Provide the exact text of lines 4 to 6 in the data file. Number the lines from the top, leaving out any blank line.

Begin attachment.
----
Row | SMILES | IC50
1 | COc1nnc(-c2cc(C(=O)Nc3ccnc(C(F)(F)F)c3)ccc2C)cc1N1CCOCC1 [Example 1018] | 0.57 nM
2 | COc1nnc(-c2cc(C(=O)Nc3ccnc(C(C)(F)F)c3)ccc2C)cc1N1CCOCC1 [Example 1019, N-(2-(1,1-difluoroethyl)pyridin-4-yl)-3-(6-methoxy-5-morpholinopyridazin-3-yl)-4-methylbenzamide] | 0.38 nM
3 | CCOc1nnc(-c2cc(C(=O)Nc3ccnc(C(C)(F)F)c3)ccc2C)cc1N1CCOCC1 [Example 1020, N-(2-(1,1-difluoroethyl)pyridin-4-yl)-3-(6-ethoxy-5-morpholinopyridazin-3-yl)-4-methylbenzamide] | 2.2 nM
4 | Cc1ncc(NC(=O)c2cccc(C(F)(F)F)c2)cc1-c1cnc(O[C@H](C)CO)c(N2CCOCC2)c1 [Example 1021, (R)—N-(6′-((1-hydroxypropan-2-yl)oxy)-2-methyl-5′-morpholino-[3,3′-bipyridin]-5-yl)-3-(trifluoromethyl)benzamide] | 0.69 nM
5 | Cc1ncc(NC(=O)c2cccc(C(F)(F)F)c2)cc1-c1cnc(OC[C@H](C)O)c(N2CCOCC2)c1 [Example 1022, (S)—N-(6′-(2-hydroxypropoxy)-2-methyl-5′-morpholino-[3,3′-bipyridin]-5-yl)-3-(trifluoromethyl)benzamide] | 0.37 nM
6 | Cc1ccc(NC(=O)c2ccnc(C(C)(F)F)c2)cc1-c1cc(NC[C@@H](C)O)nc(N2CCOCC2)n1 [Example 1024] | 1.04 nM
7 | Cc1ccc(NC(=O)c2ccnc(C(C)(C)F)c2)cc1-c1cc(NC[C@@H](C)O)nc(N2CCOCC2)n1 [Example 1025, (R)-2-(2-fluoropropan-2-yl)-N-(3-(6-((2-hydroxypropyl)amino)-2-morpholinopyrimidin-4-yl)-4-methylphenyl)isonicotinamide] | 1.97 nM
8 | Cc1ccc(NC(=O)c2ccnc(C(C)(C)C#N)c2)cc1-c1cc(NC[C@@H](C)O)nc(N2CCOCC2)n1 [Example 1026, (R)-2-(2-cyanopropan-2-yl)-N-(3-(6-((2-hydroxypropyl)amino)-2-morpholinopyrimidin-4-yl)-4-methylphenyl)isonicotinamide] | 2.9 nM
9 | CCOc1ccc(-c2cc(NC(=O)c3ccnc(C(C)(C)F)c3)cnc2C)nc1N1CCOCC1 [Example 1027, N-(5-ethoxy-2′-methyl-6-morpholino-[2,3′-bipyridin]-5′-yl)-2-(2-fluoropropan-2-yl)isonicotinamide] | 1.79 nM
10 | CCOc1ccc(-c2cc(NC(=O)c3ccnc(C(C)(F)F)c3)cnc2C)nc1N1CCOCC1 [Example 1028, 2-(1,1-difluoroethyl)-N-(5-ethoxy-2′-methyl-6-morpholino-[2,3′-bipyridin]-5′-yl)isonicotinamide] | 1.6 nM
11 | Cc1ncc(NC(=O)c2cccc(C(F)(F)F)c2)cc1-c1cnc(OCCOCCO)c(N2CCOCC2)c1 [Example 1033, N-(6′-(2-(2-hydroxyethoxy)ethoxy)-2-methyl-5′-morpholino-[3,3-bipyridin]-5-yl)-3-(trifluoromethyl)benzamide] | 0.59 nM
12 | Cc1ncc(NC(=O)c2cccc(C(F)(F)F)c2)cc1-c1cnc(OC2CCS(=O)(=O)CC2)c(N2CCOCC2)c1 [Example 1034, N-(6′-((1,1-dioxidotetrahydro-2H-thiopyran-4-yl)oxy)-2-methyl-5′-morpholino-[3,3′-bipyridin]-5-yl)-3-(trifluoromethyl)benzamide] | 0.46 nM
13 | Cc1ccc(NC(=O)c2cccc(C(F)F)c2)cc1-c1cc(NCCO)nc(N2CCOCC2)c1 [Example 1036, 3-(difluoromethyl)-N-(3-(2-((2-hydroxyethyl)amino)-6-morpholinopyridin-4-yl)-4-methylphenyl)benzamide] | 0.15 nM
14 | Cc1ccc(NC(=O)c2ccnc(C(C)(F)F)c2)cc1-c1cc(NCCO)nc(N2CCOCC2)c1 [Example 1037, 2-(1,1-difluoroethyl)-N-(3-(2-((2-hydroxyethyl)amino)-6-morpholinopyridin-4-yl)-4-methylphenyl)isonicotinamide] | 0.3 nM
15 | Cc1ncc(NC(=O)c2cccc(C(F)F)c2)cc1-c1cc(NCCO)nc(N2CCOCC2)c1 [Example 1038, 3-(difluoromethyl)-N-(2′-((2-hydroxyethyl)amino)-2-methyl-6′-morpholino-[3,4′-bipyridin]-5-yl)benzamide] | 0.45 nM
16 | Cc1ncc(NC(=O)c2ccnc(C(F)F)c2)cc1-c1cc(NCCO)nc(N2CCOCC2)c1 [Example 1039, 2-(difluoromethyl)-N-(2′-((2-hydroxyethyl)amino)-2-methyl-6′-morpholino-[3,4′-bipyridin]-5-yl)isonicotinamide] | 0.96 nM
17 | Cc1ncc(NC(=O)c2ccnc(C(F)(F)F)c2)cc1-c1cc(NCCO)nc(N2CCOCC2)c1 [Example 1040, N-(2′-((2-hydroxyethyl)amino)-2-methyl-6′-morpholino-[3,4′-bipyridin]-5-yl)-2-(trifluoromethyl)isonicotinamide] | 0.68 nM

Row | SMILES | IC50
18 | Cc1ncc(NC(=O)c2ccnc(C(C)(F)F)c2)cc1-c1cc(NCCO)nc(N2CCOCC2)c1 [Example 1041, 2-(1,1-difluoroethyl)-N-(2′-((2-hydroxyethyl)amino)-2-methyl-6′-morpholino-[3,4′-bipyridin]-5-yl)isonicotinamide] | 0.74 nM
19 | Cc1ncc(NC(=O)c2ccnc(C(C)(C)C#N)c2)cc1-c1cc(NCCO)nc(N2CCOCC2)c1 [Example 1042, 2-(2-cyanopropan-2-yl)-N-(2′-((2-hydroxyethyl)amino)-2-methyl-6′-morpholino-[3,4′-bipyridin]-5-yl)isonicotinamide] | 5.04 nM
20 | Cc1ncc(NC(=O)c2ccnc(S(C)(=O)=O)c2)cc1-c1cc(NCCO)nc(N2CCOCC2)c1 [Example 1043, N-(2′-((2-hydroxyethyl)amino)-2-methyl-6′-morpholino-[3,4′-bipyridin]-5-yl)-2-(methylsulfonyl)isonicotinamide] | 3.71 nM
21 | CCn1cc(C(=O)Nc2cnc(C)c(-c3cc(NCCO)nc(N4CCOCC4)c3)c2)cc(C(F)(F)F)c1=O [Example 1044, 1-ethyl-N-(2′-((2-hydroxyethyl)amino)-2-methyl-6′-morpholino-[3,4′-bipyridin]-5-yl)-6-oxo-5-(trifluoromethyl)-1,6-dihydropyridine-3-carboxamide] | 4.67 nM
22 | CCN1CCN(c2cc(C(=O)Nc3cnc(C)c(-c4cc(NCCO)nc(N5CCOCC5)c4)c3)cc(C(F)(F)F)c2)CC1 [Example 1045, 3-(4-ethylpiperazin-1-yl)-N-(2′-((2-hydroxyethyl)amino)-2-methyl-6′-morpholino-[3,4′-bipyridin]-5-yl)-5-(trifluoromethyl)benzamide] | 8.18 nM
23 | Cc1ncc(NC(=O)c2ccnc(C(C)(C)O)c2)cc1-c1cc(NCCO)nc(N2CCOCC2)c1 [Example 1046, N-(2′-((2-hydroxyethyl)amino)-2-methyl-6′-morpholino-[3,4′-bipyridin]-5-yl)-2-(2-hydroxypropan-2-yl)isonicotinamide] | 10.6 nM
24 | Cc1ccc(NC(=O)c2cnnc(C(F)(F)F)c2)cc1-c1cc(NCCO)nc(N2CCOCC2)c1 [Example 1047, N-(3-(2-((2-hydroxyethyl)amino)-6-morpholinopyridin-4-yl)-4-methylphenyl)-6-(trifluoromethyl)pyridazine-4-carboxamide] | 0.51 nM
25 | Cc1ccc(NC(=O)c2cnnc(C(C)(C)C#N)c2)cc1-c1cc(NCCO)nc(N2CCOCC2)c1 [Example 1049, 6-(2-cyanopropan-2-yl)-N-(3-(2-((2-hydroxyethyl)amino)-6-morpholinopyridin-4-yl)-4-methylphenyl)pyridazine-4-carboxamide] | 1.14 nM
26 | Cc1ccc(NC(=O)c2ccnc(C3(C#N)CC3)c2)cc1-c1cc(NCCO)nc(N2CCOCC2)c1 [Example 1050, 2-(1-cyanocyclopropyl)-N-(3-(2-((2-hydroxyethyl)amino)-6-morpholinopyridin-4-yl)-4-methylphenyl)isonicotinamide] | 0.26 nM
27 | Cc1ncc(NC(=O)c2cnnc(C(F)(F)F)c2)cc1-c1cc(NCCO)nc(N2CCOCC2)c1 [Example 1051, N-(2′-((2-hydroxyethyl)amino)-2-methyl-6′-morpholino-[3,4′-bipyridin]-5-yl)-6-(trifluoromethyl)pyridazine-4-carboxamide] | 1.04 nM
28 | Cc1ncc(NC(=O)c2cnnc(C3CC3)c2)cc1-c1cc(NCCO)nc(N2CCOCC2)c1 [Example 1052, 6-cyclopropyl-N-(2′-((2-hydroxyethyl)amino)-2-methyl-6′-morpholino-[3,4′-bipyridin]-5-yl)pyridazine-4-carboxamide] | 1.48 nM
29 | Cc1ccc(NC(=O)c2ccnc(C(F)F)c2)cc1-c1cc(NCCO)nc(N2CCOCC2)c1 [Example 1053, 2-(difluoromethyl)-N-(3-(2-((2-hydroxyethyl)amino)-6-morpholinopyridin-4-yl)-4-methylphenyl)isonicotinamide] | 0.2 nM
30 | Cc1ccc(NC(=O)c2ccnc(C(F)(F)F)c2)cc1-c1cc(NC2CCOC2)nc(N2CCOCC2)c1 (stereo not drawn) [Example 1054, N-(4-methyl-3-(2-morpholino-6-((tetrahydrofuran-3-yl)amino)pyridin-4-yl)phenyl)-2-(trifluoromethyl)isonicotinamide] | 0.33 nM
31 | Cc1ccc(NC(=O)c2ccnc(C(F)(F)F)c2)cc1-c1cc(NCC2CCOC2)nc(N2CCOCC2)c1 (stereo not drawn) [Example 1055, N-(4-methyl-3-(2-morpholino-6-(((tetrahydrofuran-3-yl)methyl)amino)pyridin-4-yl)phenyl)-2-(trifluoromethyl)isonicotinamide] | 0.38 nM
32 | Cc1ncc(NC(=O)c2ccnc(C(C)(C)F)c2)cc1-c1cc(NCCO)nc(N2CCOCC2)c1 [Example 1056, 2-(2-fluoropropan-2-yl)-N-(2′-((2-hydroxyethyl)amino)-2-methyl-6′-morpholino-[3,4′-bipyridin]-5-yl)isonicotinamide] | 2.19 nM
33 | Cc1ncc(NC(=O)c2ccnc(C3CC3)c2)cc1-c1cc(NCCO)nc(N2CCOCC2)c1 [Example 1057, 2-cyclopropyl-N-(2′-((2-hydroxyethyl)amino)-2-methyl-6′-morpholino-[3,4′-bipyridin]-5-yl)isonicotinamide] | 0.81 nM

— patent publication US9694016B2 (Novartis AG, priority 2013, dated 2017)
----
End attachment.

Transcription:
3 | CCOc1nnc(-c2cc(C(=O)Nc3ccnc(C(C)(F)F)c3)ccc2C)cc1N1CCOCC1 [Example 1020, N-(2-(1,1-difluoroethyl)pyridin-4-yl)-3-(6-ethoxy-5-morpholinopyridazin-3-yl)-4-methylbenzamide] | 2.2 nM
4 | Cc1ncc(NC(=O)c2cccc(C(F)(F)F)c2)cc1-c1cnc(O[C@H](C)CO)c(N2CCOCC2)c1 [Example 1021, (R)—N-(6′-((1-hydroxypropan-2-yl)oxy)-2-methyl-5′-morpholino-[3,3′-bipyridin]-5-yl)-3-(trifluoromethyl)benzamide] | 0.69 nM
5 | Cc1ncc(NC(=O)c2cccc(C(F)(F)F)c2)cc1-c1cnc(OC[C@H](C)O)c(N2CCOCC2)c1 [Example 1022, (S)—N-(6′-(2-hydroxypropoxy)-2-methyl-5′-morpholino-[3,3′-bipyridin]-5-yl)-3-(trifluoromethyl)benzamide] | 0.37 nM